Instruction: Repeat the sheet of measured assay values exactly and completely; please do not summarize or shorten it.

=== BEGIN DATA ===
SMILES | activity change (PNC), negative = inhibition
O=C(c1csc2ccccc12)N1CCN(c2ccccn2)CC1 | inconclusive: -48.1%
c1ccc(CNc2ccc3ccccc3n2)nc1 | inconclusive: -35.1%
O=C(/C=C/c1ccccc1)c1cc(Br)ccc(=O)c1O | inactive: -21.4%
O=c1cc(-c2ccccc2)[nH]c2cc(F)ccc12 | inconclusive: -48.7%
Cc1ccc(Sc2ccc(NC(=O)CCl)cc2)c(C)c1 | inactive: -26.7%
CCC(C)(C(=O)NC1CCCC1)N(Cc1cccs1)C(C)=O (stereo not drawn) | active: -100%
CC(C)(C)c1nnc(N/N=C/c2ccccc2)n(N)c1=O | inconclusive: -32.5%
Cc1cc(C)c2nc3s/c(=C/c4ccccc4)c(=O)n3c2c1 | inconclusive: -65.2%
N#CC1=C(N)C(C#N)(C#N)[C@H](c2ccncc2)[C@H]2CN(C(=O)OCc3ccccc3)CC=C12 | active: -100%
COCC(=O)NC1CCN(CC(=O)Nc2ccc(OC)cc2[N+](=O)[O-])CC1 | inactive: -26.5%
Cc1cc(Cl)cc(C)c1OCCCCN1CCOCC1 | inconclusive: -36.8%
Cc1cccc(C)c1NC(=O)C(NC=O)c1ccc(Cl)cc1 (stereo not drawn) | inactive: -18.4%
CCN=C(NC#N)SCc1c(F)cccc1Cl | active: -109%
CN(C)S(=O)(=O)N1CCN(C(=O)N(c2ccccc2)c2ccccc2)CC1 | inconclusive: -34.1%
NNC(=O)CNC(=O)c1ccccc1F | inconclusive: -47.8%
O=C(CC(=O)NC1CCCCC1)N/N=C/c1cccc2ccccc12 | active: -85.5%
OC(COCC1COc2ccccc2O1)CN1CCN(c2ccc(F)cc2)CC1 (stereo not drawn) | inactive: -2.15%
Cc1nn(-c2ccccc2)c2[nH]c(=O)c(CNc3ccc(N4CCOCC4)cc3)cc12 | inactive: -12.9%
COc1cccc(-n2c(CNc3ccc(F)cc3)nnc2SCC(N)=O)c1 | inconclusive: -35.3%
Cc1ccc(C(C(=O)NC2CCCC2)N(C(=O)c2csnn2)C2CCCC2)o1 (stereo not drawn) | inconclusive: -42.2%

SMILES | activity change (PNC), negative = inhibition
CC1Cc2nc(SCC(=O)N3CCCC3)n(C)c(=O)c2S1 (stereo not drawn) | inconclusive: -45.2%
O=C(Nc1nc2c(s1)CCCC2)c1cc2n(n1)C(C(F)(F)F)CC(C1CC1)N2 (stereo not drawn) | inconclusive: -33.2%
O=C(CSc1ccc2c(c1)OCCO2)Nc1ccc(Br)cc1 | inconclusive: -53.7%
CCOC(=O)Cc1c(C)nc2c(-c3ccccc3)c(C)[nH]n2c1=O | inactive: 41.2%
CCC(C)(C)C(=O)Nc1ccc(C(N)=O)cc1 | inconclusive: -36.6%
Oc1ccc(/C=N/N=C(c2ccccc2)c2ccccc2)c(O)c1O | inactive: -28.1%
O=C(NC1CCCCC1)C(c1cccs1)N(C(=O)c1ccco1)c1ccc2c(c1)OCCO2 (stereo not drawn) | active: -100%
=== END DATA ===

SMILES | activity change (PNC), negative = inhibition
O=C(c1csc2ccccc12)N1CCN(c2ccccn2)CC1 | inconclusive: -48.1%
c1ccc(CNc2ccc3ccccc3n2)nc1 | inconclusive: -35.1%
O=C(/C=C/c1ccccc1)c1cc(Br)ccc(=O)c1O | inactive: -21.4%
O=c1cc(-c2ccccc2)[nH]c2cc(F)ccc12 | inconclusive: -48.7%
Cc1ccc(Sc2ccc(NC(=O)CCl)cc2)c(C)c1 | inactive: -26.7%
CCC(C)(C(=O)NC1CCCC1)N(Cc1cccs1)C(C)=O (stereo not drawn) | active: -100%
CC(C)(C)c1nnc(N/N=C/c2ccccc2)n(N)c1=O | inconclusive: -32.5%
Cc1cc(C)c2nc3s/c(=C/c4ccccc4)c(=O)n3c2c1 | inconclusive: -65.2%
N#CC1=C(N)C(C#N)(C#N)[C@H](c2ccncc2)[C@H]2CN(C(=O)OCc3ccccc3)CC=C12 | active: -100%
COCC(=O)NC1CCN(CC(=O)Nc2ccc(OC)cc2[N+](=O)[O-])CC1 | inactive: -26.5%
Cc1cc(Cl)cc(C)c1OCCCCN1CCOCC1 | inconclusive: -36.8%
Cc1cccc(C)c1NC(=O)C(NC=O)c1ccc(Cl)cc1 (stereo not drawn) | inactive: -18.4%
CCN=C(NC#N)SCc1c(F)cccc1Cl | active: -109%
CN(C)S(=O)(=O)N1CCN(C(=O)N(c2ccccc2)c2ccccc2)CC1 | inconclusive: -34.1%
NNC(=O)CNC(=O)c1ccccc1F | inconclusive: -47.8%
O=C(CC(=O)NC1CCCCC1)N/N=C/c1cccc2ccccc12 | active: -85.5%
OC(COCC1COc2ccccc2O1)CN1CCN(c2ccc(F)cc2)CC1 (stereo not drawn) | inactive: -2.15%
Cc1nn(-c2ccccc2)c2[nH]c(=O)c(CNc3ccc(N4CCOCC4)cc3)cc12 | inactive: -12.9%
COc1cccc(-n2c(CNc3ccc(F)cc3)nnc2SCC(N)=O)c1 | inconclusive: -35.3%
Cc1ccc(C(C(=O)NC2CCCC2)N(C(=O)c2csnn2)C2CCCC2)o1 (stereo not drawn) | inconclusive: -42.2%

SMILES | activity change (PNC), negative = inhibition
CC1Cc2nc(SCC(=O)N3CCCC3)n(C)c(=O)c2S1 (stereo not drawn) | inconclusive: -45.2%
O=C(Nc1nc2c(s1)CCCC2)c1cc2n(n1)C(C(F)(F)F)CC(C1CC1)N2 (stereo not drawn) | inconclusive: -33.2%
O=C(CSc1ccc2c(c1)OCCO2)Nc1ccc(Br)cc1 | inconclusive: -53.7%
CCOC(=O)Cc1c(C)nc2c(-c3ccccc3)c(C)[nH]n2c1=O | inactive: 41.2%
CCC(C)(C)C(=O)Nc1ccc(C(N)=O)cc1 | inconclusive: -36.6%
Oc1ccc(/C=N/N=C(c2ccccc2)c2ccccc2)c(O)c1O | inactive: -28.1%
O=C(NC1CCCCC1)C(c1cccs1)N(C(=O)c1ccco1)c1ccc2c(c1)OCCO2 (stereo not drawn) | active: -100%